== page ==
Teen dies after Taser shock at Baltimore hospital

Baltimore police said Thursday they are investigating the death of a 19-year-old hospital patient who went into a coma after being struck with an officer's Taser during a struggle with police and security staff at Good Samaritan Hospital last week.

Officials said the teen, who was identified only as a "ward of the state," had been taken to the hospital for medical treatment the morning of May 6.


The next day about 5:30 p.m., police said, officers were called to the hospital in the 5600 block of Loch Raven Blvd. for a report that the teen was "experiencing an emotional crisis and was combative with staff," said Lt. Eric Kowalczyk, a police spokesman.

He said two officers responded and saw the teen struggling with five security guards, and one of the officers struck the teen with a Taser.


"The exact method of deployment and the number of times that that Taser was used are being investigated right now," Kowalczyk said.

Deputy Commissioner Jerry Rodriguez said the patient was "breathing on his own" when the officers left the hospital.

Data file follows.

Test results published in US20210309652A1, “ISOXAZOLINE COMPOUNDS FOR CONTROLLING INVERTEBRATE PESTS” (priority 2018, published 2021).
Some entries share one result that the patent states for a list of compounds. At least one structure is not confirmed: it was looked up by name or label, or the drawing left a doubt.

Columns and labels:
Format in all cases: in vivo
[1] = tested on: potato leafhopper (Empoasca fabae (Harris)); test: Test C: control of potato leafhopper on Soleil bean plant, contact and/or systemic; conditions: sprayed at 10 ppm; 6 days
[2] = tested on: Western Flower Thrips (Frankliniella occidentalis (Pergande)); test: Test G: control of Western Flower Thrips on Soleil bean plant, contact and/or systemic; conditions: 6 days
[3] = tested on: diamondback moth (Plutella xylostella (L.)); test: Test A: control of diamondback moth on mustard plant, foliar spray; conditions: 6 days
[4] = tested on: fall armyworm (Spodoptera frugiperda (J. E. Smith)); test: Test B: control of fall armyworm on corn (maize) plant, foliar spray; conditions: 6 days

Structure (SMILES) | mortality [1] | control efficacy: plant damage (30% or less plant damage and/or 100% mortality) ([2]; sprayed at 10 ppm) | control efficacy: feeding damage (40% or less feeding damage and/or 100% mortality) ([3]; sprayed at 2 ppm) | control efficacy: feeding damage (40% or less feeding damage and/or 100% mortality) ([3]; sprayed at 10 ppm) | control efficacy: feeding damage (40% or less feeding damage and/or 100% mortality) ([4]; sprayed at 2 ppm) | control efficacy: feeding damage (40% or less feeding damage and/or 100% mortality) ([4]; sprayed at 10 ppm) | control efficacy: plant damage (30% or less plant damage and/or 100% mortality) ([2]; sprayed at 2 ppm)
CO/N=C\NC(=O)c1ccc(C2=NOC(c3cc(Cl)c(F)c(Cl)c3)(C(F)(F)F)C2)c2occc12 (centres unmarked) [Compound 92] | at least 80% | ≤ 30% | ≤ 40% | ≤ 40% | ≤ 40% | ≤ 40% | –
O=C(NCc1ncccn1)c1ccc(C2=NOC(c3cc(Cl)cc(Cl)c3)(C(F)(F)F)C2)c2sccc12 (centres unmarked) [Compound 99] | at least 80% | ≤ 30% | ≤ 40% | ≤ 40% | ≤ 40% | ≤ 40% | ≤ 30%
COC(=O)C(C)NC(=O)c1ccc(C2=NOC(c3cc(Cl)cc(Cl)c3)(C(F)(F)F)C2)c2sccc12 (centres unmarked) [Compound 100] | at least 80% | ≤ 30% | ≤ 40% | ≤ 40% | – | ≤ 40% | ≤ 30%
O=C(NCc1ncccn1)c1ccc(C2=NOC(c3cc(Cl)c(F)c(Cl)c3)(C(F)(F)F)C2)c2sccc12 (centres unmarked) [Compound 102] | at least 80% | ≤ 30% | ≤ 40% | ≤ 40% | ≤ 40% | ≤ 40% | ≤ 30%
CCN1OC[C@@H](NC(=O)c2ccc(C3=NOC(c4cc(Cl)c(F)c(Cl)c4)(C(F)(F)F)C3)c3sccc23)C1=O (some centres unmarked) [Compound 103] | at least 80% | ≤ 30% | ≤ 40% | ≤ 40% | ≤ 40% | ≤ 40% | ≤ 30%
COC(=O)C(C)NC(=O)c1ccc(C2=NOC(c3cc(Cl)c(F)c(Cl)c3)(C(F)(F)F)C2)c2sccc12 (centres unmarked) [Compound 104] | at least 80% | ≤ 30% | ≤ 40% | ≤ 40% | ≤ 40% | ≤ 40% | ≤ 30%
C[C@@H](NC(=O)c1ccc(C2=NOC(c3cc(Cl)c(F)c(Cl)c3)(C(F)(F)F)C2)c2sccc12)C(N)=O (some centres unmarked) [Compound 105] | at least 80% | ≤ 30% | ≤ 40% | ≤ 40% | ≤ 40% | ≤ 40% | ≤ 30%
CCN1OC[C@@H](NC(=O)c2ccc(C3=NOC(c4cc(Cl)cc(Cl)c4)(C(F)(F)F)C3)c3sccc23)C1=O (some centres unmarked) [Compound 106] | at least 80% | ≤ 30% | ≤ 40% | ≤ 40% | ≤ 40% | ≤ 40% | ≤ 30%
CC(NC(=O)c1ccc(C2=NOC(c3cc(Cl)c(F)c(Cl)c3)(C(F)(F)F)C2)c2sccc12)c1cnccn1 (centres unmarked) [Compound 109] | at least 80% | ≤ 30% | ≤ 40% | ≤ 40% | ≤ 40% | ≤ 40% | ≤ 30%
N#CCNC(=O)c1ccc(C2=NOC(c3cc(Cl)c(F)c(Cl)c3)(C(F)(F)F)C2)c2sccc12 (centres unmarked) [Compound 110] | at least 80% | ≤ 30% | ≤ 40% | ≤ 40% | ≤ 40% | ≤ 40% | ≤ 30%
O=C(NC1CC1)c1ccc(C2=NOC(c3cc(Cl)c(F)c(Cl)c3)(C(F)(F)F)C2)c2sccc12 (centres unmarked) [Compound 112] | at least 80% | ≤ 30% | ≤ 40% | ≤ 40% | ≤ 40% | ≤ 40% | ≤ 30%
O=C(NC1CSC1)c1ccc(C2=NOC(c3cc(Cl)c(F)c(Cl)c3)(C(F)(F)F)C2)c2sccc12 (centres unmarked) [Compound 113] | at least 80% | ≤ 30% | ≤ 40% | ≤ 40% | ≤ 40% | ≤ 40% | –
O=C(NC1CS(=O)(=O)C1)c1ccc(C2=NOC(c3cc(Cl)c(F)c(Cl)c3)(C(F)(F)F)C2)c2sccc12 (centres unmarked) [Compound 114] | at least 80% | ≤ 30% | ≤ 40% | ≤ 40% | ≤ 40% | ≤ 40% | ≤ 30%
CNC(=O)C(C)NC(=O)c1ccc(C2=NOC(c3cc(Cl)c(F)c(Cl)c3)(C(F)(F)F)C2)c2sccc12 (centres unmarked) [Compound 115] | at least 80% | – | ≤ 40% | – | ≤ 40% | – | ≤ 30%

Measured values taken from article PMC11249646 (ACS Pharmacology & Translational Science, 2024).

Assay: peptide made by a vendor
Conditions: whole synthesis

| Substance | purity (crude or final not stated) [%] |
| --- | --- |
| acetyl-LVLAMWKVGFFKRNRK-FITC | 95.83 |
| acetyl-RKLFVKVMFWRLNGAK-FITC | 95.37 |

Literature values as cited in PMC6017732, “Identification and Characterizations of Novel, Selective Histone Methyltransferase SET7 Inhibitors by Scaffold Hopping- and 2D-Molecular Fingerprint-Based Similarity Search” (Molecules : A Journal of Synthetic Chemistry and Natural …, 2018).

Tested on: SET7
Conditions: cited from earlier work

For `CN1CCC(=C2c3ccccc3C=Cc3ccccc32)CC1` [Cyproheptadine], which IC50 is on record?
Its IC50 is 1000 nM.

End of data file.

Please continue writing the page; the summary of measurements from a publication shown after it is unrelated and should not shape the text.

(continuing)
"It was not learned [by police], and this is very preliminary, that the individual was in a coma and possibly brain dead until several days after this incident," Rodriguez said.

Police said the teen died Wednesday, and police learned of his death later in the day.

Kowalczyk said the patient had been given an "unknown" amount of medication before officers arrived and while they were there. Police said they were investigating all the circumstances surrounding the incident.

The officers were not identified. Rodriguez said police were conducting a criminal and administrative investigation, and said the officers would be interviewed last. Their status with the department was unknown.

Attempts to reach representatives of Good Samaritan Hospital were not immediately successful.

It was not clear why the patient was considered a ward of the state, though in Maryland young people can be wards of the state until age 21. Rodriguez said he was initially taken to the hospital by the "home" he lived in, but it wasn't clear whether that was a foster care or group home.


Baltimore Sun reporter Justin George contributed to this article.